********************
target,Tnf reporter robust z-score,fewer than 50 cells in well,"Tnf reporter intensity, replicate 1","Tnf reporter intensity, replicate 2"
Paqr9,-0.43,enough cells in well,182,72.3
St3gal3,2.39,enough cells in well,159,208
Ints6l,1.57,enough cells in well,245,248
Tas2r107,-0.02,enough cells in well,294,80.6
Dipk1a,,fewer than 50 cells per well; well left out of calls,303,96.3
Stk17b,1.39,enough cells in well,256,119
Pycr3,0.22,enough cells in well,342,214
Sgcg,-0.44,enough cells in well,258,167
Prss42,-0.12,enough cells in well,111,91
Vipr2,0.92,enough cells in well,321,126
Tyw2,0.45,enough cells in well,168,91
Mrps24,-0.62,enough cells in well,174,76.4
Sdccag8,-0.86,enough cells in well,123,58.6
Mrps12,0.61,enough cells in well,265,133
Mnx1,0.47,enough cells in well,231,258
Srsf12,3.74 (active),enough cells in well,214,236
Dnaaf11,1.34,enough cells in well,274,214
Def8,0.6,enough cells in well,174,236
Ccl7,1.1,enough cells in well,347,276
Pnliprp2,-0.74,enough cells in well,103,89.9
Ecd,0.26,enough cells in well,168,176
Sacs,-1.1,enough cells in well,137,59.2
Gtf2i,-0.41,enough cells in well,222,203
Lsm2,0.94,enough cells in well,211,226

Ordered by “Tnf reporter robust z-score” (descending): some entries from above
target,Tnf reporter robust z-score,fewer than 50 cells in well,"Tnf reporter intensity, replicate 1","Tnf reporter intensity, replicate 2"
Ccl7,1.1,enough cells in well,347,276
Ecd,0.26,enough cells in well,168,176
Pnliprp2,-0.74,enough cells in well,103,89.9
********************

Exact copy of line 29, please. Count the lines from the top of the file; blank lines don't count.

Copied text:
Ecd,0.26,enough cells in well,168,176